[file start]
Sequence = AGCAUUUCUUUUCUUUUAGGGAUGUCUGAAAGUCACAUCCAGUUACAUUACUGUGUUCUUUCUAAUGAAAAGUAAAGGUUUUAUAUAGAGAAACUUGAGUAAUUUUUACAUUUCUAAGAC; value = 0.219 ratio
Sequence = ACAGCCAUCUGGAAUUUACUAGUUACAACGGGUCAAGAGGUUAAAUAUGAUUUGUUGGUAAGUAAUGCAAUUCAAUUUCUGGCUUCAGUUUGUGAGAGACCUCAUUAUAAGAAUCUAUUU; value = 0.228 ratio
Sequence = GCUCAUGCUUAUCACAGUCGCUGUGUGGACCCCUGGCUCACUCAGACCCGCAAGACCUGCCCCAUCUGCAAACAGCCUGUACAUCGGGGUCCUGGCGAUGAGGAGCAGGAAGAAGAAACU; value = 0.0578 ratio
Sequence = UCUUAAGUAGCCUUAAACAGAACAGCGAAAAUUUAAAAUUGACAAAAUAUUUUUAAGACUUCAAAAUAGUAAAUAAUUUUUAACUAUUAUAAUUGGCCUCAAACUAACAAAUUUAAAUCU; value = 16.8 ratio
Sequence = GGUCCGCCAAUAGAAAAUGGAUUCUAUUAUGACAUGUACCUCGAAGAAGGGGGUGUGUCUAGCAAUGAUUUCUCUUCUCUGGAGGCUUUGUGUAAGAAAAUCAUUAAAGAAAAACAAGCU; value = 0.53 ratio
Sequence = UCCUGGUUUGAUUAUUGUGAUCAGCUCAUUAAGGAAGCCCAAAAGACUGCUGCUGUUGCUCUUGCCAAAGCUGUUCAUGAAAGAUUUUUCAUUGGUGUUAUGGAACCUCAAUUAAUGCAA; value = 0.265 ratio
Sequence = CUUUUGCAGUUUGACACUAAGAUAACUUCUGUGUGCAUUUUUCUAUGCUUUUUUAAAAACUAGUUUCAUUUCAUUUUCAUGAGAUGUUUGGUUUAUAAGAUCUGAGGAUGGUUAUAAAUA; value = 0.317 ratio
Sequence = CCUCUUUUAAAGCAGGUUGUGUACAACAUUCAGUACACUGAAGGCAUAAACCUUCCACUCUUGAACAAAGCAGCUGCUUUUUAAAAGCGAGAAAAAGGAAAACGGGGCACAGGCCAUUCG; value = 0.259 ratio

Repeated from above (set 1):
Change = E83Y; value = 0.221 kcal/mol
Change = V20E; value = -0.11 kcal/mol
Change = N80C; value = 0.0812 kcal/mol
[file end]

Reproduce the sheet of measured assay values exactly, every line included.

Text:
Sequence = AGCAUUUCUUUUCUUUUAGGGAUGUCUGAAAGUCACAUCCAGUUACAUUACUGUGUUCUUUCUAAUGAAAAGUAAAGGUUUUAUAUAGAGAAACUUGAGUAAUUUUUACAUUUCUAAGAC; value = 0.219 ratio
Sequence = ACAGCCAUCUGGAAUUUACUAGUUACAACGGGUCAAGAGGUUAAAUAUGAUUUGUUGGUAAGUAAUGCAAUUCAAUUUCUGGCUUCAGUUUGUGAGAGACCUCAUUAUAAGAAUCUAUUU; value = 0.228 ratio
Sequence = GCUCAUGCUUAUCACAGUCGCUGUGUGGACCCCUGGCUCACUCAGACCCGCAAGACCUGCCCCAUCUGCAAACAGCCUGUACAUCGGGGUCCUGGCGAUGAGGAGCAGGAAGAAGAAACU; value = 0.0578 ratio
Sequence = UCUUAAGUAGCCUUAAACAGAACAGCGAAAAUUUAAAAUUGACAAAAUAUUUUUAAGACUUCAAAAUAGUAAAUAAUUUUUAACUAUUAUAAUUGGCCUCAAACUAACAAAUUUAAAUCU; value = 16.8 ratio
Sequence = GGUCCGCCAAUAGAAAAUGGAUUCUAUUAUGACAUGUACCUCGAAGAAGGGGGUGUGUCUAGCAAUGAUUUCUCUUCUCUGGAGGCUUUGUGUAAGAAAAUCAUUAAAGAAAAACAAGCU; value = 0.53 ratio
Sequence = UCCUGGUUUGAUUAUUGUGAUCAGCUCAUUAAGGAAGCCCAAAAGACUGCUGCUGUUGCUCUUGCCAAAGCUGUUCAUGAAAGAUUUUUCAUUGGUGUUAUGGAACCUCAAUUAAUGCAA; value = 0.265 ratio
Sequence = CUUUUGCAGUUUGACACUAAGAUAACUUCUGUGUGCAUUUUUCUAUGCUUUUUUAAAAACUAGUUUCAUUUCAUUUUCAUGAGAUGUUUGGUUUAUAAGAUCUGAGGAUGGUUAUAAAUA; value = 0.317 ratio
Sequence = CCUCUUUUAAAGCAGGUUGUGUACAACAUUCAGUACACUGAAGGCAUAAACCUUCCACUCUUGAACAAAGCAGCUGCUUUUUAAAAGCGAGAAAAAGGAAAACGGGGCACAGGCCAUUCG; value = 0.259 ratio

Repeated from above (set 1):
Change = E83Y; value = 0.221 kcal/mol
Change = V20E; value = -0.11 kcal/mol
Change = N80C; value = 0.0812 kcal/mol